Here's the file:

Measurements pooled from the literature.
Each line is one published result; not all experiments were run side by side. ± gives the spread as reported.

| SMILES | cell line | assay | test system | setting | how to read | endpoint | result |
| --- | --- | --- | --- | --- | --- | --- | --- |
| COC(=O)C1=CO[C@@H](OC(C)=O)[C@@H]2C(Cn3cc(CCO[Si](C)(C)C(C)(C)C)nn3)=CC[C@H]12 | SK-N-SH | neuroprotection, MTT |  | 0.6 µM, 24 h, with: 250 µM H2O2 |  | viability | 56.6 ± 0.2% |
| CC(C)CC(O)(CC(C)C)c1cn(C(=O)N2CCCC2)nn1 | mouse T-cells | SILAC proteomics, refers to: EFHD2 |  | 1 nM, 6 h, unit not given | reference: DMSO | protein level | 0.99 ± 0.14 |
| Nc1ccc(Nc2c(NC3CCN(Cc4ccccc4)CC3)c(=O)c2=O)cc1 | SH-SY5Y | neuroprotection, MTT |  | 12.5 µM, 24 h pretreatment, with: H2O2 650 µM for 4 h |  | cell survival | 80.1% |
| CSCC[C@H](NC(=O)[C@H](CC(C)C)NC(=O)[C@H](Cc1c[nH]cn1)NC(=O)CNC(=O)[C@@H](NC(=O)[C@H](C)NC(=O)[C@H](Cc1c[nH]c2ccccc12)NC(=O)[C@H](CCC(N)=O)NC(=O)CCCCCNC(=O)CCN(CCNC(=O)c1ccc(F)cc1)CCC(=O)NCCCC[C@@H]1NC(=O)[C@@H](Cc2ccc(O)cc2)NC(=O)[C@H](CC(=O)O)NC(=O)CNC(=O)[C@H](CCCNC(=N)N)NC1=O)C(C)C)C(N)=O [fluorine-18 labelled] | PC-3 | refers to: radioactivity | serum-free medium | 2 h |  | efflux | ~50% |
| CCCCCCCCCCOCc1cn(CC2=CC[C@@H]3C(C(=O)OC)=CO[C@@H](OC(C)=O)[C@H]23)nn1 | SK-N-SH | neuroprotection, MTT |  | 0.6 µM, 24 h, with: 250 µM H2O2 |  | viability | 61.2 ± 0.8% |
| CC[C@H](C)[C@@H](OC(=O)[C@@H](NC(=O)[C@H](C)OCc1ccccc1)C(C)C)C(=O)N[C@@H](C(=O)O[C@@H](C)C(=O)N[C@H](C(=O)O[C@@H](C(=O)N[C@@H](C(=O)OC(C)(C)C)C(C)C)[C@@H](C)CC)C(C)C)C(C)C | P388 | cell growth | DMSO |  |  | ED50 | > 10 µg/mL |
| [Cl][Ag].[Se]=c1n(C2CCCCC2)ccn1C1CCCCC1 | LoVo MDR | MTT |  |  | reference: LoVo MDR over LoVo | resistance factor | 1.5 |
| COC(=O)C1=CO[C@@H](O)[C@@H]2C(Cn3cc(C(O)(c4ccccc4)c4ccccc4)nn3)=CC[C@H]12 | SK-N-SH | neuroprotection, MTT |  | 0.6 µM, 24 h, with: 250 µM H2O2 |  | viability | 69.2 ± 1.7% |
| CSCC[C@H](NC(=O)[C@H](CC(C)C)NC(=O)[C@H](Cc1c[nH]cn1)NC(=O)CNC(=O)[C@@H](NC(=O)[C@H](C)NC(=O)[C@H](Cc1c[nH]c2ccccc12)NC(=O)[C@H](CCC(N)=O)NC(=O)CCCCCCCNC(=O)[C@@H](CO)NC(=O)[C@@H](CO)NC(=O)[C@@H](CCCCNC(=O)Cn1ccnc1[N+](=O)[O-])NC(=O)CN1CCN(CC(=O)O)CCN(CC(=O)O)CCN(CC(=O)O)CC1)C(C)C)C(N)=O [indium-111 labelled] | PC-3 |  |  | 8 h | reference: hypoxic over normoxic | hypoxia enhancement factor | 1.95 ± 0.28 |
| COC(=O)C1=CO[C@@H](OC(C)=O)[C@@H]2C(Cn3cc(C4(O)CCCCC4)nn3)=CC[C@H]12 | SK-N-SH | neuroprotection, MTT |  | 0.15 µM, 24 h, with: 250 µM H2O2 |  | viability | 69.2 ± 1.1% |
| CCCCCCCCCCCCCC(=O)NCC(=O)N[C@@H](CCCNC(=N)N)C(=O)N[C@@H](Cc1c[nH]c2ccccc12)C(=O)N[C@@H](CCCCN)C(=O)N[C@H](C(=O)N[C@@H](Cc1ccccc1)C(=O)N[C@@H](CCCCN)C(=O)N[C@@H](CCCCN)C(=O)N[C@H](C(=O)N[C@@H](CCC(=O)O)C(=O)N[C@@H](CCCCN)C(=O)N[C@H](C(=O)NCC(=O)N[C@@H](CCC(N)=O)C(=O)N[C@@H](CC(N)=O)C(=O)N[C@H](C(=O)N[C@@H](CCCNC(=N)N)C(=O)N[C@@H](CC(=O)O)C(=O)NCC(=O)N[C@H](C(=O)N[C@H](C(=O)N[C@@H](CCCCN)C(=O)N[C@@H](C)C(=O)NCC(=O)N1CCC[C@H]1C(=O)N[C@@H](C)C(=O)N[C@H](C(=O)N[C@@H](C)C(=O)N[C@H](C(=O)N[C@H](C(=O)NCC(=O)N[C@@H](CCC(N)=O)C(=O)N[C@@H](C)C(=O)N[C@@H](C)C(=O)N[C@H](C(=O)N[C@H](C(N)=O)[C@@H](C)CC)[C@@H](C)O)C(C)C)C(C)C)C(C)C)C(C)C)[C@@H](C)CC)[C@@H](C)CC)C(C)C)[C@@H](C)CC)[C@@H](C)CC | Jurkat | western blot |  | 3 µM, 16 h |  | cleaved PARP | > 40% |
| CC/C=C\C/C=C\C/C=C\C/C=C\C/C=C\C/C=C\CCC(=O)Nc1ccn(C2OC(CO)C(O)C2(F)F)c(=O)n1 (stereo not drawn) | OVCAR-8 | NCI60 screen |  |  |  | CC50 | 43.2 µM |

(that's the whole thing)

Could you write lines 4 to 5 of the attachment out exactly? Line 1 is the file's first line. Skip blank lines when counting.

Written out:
| --- | --- | --- | --- | --- | --- | --- | --- |
| COC(=O)C1=CO[C@@H](OC(C)=O)[C@@H]2C(Cn3cc(CCO[Si](C)(C)C(C)(C)C)nn3)=CC[C@H]12 | SK-N-SH | neuroprotection, MTT |  | 0.6 µM, 24 h, with: 250 µM H2O2 |  | viability | 56.6 ± 0.2% |